An economic meltdown followed by a bitterly fought health care reform battle are hardly the most favorable conditions under which to design, build or operate a hospital. Thus, it's not surprising that health facilities professionals now find themselves at something of a loss when asked to detail their future projects.

Early results from Health Facilities Management's annual Hospital Building Report show construction and renovation plans to be a mixed bag as we move into the new year. Indeed, more than half of the 570 respondents to our 2010 Hospital Construction Survey believe that this year will be similar to 2009 in terms of previously planned building projects and about 29 percent indicate that health reform discussions have impacted their future development plans.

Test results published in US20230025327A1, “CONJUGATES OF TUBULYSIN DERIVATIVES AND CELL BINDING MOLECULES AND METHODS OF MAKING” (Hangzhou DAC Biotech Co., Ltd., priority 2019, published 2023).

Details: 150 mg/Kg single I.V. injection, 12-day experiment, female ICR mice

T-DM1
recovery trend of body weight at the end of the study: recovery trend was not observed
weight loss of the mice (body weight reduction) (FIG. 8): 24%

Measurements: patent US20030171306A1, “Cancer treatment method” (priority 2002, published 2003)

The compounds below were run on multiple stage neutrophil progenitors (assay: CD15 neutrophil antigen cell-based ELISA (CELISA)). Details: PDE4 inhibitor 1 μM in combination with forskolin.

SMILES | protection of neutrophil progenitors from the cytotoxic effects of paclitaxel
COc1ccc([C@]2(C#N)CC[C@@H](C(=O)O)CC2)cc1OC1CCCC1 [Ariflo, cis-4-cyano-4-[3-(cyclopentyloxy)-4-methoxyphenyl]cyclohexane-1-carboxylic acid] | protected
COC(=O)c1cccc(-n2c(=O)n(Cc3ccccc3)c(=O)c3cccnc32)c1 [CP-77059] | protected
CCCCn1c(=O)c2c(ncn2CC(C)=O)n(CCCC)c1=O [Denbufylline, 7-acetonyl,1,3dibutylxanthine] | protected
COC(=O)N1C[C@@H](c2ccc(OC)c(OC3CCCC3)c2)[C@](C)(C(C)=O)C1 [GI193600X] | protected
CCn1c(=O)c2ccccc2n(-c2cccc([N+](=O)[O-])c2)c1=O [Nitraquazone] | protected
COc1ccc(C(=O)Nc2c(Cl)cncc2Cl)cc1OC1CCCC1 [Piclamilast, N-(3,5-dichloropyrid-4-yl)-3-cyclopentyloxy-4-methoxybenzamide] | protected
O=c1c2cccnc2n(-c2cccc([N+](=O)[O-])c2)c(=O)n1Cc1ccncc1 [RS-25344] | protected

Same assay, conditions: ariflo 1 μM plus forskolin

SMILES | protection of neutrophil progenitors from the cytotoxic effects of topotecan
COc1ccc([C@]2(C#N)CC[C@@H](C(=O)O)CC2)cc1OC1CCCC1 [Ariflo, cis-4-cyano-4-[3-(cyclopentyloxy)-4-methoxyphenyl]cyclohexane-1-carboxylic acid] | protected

The article, which will appear as next month's cover story, also found that the percent of capital budgets spent on construction in 2009 and allocated for construction in 2010 is substantially less than those spent and planned in 2008 and 2009, respectively. And, not surprising in our currently credit-dry environment, about half of the respondents now report using existing cash reserves to finance construction projects, a noticeable increase over previous years.

In the face of such daunting numbers, however, health facilities professionals appear to be making great strides in controlling their project costs. For instance, the survey indicated that 65 percent of respondents' projects were "on or under budget/on or ahead of schedule."

Indeed, if there's any silver lining to the past year's dark cloud, it is that the health facilities professional's already sharp pencil appears to have grown ever more exacting in the current environment—a skill that will prove useful even when the industry sees better days.